Stack Overflow is a community of 4.7 million programmers, just like you, helping each other.

Join them; it only takes a minute:

Sign up
Join the Stack Overflow community to:
  1. Ask programming questions
  2. Answer and help your peers
  3. Get recognized for your expertise

I'm writing a server in C ++ for both Windows and Unix systems.

A key feature of this server is that it must be able to receive and send network packets at any time. Specifically, the server must be able to send data to the client not only in response to their messages, but also be able to send packets to them asynch in push.

I'm having difficulty in implementing a solution that uses the select() function in the scenario described above. The solution I have currently implemented does not convince me at all and I think it can be implemented with better patterns/solutions.

I currently have a dedicated thread (selector) that performs the select by listening on events in the reading for the server socket (to accept new connections) and for the sockets connected to the server.

This is the main select() loop:

    if((sel_res_ = select(nfds_+1, &read_FDs_, NULL, &excep_FDs_, &sel_timeout)) > 0){
    if(FD_ISSET(serv_socket, &read_FDs_)){
        //we have to handle a newly connection.
        if(sel_res_ > 1){
            //in addition to the newly connection, there is also some other message incoming on client sockets.
        //we have to handle incoming messages on client sockets

This solution works well for receiving the data and to respond to client requests in synchronous form. However, the server must also be able to send asynchronous data, and send when necessary, packets in push.

To do this I currently use separate threads that perform directly the send() on the client sockets.

This solution does not convince me, and I would like to centralize the packets receiving and sending on the selector thread.

The main difficulty is that the select() by its nature is blocking and I have no control until a client does not send any packet or the timeout is triggered. The solution to set a timeout very low does not convince me; I see it as an easy solution that is actually doing active wait, and not only, however, the worst case I would pay the price of the timeout before sending the push packet.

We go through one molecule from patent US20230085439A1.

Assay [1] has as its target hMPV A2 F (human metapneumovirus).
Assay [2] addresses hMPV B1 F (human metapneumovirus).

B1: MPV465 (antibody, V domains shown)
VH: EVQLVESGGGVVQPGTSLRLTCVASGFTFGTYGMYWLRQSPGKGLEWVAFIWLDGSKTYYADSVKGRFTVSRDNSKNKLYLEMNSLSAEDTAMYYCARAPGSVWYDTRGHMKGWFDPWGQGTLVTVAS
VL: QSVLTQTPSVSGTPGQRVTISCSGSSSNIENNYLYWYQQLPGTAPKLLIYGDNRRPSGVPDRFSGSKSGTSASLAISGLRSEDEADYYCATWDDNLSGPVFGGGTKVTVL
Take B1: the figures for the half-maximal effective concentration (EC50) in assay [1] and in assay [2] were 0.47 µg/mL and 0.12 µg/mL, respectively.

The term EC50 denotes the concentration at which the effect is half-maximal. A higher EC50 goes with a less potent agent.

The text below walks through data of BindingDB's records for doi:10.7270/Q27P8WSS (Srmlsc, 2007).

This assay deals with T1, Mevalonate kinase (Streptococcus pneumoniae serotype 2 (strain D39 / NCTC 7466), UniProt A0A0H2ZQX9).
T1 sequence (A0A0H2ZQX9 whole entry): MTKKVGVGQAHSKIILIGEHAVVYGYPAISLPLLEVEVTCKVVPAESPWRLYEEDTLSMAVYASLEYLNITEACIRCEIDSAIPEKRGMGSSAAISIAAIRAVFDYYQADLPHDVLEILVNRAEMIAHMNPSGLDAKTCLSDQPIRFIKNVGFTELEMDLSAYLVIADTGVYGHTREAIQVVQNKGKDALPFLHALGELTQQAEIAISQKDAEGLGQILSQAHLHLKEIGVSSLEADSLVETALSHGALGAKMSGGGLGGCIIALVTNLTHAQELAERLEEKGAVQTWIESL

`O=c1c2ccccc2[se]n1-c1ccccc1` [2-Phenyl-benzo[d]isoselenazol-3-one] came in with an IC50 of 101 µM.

I thought a more 'elegant' solution; I think, will work well, but only for a Unix/Linux platform. I thought to use an anonymous pipe and insert into the select() read_FDs_ the anonymous pipe read descriptor. In this way, when a thread wants to send a data in push, it writes something on this pipe, interrupting the select() and returning control to the selector that can then predispose to send the data to the client, without significant loss of time. I think that this solution, unfortunately, cannot be implemented on Windows because the select() function on that system works only with fds that are actually sockets.

So the question is: Is there some well known solution that can be used to address this kind of scenario (both Linux and Windows)?

share|improve this question
Use two threads, one for reading and one for writing. – alk Jun 16 '14 at 10:07

You can create a self connected UDP socket, this works equally well on Windows and Linux.

Basically, you create a UDP socket, bind() it to INADDR_LOOPBACK and port 0, and connect() it to itself (with the address taken from getsockname()).

At this point, you can send yourself a single byte message (or something more specific) to wake yourself up.

share|improve this answer
this is a nice solution, thanks. – Giuseppe Jun 16 '14 at 12:20

Your Answer


By posting your answer, you agree to the privacy policy and terms of service.

Not the answer you're looking for? Browse other questions tagged or ask your own question.